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ACM Awards 2009 Turing Prize To Alto Creator Charles Thacker

timothy posted more than 4 years ago | from the reflected-glory-rocks dept.

GUI 49

scumm writes "This year's Turing Prize has been awarded to Charles Thacker, whom they describe as (among other things) the 'creator of the first modern personal computer.' From the ACM's announcement: 'ACM, the Association for Computing Machinery today named Charles P. Thacker the winner of the 2009 ACM A.M. Turing Award for his pioneering design and realization of the Alto, the first modern personal computer, and the prototype for networked personal computers. Thacker's design, which he built while at Xerox PARC (Palo Alto Research Center), reflected a new vision of a self-sufficient, networked computer on every desk, equipped with innovations that are standard in today's models. Thacker was also cited for his contributions to the Ethernet local area network, which enables multiple computers to communicate and share resources, as well as the first multiprocessor workstation, and the prototype for today's most used tablet PC, with its capabilities for direct user interaction.' For further reading, the Wall Street Journal has an article providing more background about Mr. Thacker and the Turing Prize. In the spirit of full disclosure, the submitter feels compelled to point out that this Mr. Thacker is his uncle, and that he thinks this is really cool."

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Ethernet? (1)

Em Emalb (452530) | more than 4 years ago | (#31450584)

Ethernet, which enables multiple computers to share porn and play networked Hearts /Fixed

You won the "eat my asshole" award (-1, Troll)

Anonymous Coward | more than 4 years ago | (#31450592)

now chow down, faggot!

ACM? (-1, Troll)

Anonymous Coward | more than 4 years ago | (#31450618)

Is that the spammer/paywall thingy that gives different results to googlebot and normal people?

Re:ACM? (-1, Troll)

Anonymous Coward | more than 4 years ago | (#31450772)

no, it's a gay sex thing. "Ass/Cock/Mouth". check urban dictionary (or ask your local turd burglar) but I think you alternate fucking and sucking another dude's asshole.

xPad? xPhone? (3, Interesting)

PolygamousRanchKid (1290638) | more than 4 years ago | (#31450802)

What I find more fascinating, it that despite all these ground-breaking developments, Xerox never was able to capitalize on them.

We could be all working on xPads and squawking in xPhones now.

I'm still scratching my head on this failure. Management error? Naw, can't be that.

Re:xPad? xPhone? (2, Interesting)

Anonymous Coward | more than 4 years ago | (#31450864)

What I find more fascinating, it that despite all these ground-breaking developments, Xerox never was able to capitalize on them.

We could be all working on xPads and squawking in xPhones now.

I'm still scratching my head on this failure. Management error? Naw, can't be that.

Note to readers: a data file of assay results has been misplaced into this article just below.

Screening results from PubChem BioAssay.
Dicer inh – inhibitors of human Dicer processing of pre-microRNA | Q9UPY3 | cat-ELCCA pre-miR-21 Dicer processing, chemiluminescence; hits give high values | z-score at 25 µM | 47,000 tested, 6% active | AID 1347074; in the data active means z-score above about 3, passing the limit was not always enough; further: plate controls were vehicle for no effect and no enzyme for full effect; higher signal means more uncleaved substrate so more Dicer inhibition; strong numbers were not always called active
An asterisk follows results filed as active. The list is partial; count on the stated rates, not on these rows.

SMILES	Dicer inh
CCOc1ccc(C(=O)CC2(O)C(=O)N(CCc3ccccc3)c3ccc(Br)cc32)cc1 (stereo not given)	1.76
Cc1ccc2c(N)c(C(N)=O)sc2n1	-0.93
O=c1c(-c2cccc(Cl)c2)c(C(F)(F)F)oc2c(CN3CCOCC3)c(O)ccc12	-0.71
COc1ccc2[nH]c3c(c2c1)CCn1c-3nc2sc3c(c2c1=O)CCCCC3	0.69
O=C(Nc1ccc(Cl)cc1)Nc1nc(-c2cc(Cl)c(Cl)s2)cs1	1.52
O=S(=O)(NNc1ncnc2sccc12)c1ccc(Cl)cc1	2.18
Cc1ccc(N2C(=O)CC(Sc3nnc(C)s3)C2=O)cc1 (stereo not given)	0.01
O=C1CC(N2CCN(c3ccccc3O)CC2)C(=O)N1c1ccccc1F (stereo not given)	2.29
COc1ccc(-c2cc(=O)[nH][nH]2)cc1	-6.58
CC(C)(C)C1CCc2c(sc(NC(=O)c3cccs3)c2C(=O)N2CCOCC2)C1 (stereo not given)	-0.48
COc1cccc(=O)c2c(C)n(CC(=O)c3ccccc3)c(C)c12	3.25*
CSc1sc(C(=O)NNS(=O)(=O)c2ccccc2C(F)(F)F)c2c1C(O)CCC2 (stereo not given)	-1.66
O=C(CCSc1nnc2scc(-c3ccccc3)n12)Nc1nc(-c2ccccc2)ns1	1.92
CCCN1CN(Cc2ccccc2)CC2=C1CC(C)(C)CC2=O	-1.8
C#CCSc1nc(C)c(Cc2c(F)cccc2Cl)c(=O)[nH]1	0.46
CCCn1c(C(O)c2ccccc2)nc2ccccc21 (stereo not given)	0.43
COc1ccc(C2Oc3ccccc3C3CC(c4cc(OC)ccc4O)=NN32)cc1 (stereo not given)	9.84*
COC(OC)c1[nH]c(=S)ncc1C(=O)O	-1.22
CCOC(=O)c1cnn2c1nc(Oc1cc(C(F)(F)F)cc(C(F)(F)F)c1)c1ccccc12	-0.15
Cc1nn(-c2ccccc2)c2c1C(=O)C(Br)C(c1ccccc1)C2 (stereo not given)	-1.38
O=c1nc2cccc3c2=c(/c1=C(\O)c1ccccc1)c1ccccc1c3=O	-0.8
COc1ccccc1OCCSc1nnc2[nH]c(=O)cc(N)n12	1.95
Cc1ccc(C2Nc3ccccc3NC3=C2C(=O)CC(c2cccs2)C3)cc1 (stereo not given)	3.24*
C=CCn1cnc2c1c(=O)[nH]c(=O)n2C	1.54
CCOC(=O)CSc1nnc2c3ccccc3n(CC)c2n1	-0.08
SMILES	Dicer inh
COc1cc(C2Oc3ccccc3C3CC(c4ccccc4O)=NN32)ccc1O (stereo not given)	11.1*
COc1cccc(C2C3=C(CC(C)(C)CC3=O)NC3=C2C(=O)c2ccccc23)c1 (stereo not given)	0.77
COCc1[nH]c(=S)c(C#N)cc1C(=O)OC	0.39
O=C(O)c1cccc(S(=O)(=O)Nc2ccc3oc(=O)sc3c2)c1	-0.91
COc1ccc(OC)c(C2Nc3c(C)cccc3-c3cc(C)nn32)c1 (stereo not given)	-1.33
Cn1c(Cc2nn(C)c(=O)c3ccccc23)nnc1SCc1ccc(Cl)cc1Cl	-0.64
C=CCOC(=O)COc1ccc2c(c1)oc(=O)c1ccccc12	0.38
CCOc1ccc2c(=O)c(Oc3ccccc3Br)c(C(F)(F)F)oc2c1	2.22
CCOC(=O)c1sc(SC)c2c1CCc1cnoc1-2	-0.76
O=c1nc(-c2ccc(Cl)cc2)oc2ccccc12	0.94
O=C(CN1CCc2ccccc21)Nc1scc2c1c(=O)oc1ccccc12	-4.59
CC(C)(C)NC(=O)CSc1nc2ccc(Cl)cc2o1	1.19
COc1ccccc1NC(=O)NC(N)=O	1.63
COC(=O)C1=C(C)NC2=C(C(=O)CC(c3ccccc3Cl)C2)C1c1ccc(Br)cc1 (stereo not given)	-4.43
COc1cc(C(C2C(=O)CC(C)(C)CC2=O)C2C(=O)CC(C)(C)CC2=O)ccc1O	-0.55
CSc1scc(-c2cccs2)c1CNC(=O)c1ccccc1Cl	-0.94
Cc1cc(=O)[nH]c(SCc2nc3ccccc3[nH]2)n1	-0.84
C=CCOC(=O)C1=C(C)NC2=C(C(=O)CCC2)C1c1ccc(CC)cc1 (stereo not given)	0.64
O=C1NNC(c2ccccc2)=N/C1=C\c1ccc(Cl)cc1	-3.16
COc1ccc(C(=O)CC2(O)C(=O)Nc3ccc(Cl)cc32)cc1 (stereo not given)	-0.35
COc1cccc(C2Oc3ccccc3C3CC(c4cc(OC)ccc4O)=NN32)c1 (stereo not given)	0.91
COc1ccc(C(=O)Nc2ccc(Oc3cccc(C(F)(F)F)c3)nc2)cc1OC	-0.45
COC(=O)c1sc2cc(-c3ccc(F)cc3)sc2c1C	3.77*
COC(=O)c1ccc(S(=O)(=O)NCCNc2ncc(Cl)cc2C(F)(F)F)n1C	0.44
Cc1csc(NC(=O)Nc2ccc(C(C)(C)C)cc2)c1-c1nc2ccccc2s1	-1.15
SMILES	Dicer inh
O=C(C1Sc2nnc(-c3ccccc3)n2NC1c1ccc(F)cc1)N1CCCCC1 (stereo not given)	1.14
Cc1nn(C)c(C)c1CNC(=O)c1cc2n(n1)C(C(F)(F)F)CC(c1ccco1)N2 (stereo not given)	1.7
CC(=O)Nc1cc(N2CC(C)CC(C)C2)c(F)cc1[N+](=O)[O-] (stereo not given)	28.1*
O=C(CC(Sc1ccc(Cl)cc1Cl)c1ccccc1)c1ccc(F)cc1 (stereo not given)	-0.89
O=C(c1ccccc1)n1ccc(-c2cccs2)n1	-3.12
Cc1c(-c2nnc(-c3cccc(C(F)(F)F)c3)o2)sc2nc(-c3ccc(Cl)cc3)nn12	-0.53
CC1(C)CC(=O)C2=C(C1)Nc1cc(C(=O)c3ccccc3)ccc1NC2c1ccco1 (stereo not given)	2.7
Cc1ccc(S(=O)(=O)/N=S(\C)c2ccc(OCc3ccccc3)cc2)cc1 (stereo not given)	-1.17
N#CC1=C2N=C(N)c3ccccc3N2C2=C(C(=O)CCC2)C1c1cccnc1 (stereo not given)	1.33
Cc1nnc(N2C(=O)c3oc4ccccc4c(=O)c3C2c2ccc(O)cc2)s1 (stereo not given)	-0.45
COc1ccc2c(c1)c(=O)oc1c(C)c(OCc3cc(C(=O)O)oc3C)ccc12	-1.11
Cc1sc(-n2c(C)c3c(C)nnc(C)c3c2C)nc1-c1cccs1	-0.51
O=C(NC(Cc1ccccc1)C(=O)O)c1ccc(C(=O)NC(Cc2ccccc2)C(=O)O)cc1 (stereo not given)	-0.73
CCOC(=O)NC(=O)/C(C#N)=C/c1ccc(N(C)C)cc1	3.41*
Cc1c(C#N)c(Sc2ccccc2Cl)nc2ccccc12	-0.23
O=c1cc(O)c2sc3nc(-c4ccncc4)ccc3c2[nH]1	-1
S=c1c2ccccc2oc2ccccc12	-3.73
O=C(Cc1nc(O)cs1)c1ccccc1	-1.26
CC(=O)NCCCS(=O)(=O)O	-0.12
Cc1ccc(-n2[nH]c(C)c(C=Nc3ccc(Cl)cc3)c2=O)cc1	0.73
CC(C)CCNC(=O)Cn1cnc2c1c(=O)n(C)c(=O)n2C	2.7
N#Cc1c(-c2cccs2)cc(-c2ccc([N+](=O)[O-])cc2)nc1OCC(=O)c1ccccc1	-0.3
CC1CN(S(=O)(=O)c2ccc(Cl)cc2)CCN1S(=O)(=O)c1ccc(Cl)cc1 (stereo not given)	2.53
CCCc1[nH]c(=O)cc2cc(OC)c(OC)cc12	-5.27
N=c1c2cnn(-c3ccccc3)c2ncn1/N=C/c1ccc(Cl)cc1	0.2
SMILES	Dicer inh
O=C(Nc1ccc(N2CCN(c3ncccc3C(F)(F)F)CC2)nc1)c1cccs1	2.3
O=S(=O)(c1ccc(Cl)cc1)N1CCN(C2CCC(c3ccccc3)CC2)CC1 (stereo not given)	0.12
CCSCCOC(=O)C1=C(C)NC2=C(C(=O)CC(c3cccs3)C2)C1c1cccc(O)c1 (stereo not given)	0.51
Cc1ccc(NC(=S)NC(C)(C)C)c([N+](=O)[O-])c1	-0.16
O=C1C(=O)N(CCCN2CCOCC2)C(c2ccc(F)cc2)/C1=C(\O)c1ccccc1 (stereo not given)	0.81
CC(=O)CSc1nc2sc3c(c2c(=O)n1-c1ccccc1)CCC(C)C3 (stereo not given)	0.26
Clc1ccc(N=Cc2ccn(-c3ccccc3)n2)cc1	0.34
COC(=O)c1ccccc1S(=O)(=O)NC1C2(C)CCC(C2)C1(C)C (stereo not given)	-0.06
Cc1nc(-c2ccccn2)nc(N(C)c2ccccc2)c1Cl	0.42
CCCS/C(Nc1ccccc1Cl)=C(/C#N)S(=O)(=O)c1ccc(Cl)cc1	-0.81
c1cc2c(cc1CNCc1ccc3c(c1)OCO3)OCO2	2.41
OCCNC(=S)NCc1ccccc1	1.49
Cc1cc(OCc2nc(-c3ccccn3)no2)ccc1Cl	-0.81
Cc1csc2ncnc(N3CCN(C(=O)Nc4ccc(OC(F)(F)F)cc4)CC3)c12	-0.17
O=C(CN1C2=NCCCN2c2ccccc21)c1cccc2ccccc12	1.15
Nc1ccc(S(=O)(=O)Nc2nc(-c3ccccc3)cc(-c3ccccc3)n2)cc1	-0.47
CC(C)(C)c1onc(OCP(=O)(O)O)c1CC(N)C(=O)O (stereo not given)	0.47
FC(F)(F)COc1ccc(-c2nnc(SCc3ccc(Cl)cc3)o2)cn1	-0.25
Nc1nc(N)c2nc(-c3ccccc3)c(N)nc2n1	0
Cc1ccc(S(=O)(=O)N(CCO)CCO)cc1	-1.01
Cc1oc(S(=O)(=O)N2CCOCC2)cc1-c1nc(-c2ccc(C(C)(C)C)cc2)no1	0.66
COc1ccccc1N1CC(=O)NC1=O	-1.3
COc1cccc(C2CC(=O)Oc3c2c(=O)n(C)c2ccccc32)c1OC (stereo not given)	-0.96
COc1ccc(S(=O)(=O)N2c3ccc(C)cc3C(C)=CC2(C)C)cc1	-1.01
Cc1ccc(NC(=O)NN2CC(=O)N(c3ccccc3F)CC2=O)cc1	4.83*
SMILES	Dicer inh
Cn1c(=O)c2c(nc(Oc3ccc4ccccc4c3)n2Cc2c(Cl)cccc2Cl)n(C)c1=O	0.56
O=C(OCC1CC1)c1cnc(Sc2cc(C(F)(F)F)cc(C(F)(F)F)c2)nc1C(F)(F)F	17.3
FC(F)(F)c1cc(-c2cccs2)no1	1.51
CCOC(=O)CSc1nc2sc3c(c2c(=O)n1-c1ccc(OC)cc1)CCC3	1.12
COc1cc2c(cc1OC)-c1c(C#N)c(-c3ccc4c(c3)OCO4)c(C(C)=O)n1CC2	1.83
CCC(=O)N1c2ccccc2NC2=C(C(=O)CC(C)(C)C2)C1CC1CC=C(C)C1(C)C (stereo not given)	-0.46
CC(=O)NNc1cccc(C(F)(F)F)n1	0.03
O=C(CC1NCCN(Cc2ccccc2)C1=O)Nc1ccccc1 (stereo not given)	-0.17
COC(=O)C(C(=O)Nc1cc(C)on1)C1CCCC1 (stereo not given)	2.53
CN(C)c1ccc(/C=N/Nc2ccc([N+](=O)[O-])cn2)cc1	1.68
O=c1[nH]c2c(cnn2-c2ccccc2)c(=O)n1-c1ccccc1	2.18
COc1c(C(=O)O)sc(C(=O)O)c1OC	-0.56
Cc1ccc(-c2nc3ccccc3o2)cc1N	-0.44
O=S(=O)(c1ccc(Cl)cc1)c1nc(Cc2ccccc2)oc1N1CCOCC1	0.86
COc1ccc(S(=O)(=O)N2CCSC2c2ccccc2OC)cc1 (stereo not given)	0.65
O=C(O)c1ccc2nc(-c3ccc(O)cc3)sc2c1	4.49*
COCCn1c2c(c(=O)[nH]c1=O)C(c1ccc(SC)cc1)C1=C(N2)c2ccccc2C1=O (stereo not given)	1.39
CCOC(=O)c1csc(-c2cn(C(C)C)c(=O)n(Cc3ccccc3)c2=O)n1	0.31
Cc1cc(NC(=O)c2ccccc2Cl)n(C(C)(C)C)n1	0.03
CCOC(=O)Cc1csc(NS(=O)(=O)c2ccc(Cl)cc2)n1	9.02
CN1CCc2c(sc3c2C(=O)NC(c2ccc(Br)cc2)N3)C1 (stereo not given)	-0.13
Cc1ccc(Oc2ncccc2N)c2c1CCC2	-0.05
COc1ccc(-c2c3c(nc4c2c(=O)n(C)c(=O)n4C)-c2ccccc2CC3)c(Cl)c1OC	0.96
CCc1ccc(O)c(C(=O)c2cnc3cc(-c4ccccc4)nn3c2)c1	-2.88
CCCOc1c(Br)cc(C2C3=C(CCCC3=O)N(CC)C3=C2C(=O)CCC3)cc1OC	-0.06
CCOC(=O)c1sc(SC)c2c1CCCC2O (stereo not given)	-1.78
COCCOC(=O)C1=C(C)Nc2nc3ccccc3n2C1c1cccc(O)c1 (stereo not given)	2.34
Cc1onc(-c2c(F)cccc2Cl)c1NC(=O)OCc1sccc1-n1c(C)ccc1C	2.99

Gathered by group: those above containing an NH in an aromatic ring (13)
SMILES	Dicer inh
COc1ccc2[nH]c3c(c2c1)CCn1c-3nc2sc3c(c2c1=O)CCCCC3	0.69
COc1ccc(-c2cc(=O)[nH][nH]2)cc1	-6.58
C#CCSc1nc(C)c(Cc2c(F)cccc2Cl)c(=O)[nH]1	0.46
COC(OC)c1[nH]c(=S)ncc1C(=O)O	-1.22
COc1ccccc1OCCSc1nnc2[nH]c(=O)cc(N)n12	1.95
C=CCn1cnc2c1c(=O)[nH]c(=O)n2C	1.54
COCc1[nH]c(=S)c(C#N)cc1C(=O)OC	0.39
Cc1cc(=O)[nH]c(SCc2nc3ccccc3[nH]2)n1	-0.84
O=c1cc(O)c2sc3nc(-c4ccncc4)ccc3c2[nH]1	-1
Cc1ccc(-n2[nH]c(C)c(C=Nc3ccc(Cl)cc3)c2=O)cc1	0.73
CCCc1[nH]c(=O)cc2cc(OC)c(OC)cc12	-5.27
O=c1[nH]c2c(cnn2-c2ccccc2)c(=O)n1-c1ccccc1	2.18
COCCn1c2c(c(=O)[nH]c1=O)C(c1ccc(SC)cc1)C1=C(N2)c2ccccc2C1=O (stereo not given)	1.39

For one thing, Xerox was in the paper-photocopy business. I've heard that its management didn't really understand the business model (hell, nobody did, except for Bill Gates) an those that did feared that a "paperless office" would result from the replacement of typewriters and file cabinets. (Yeah, right.)

Also, as innovative as Xerox's projects were, they were research projects first and marketable products second. They lacked the refinement and consumer focus (eg. user testing, industrial design) that Apple's and eventually Microsoft's products had.

Re:xPad? xPhone? (1)

2.7182 (819680) | more than 4 years ago | (#31460564)

They were also in the mainframe business. I learned to program on a Xerox Sigma 7.

Re:xPad? xPhone? (3, Interesting)

Megane (129182) | more than 4 years ago | (#31450900)

Management absolutely. "We're a copier company. Why are you working on this crazy crap?"

At least Apple copied the stuff with permission, which the Anti-Apple crowd conveniently never mentions. Xerox management didn't care and basically let them have it cheap.

Re:xPad? xPhone? (0)

Anonymous Coward | more than 4 years ago | (#31452152)

Which is why his Stev(il)eness came out with the steal quote

Re:xPad? xPhone? (1)

ascari (1400977) | more than 4 years ago | (#31453948)

At least Apple copied the stuff with permission

After all, how ironic if Xerox was to say "Hey, they're copying!"

Re:xPad? xPhone? (2, Interesting)

TheRaven64 (641858) | more than 4 years ago | (#31454686)

Cheap? The stock that Xerox got from Apple covered the cost of operating PARC for its entire lifetime. The laser printer, similarly, generated enough revenue to fund all of the R&D from PARC.

Re:xPad? xPhone? (1)

Hurricane78 (562437) | more than 4 years ago | (#31458272)

At least Apple copied the stuff with permission, which the Anti-Apple crowd conveniently never mentions.

Paraphrasing Chris Rock:
Of course we don’t. It’s like bragging that you never murdered somebody. You’re not supposed to murder somebody, dumbass!! ;))
What we mention, is that Microsoft did it without permission (and got sued for it). Which you conveniently didn’t mention.

Re:xPad? xPhone? (4, Interesting)

benjamindees (441808) | more than 4 years ago | (#31450928)

In a way, they probably capitalized more by not developing them. Established companies tend to grow by hiring people with useful skills, and then only utilizing them for about 5% of their productive day. The rest of the time, they sit around over-paid and under-employed, thinking of ways to improve the business.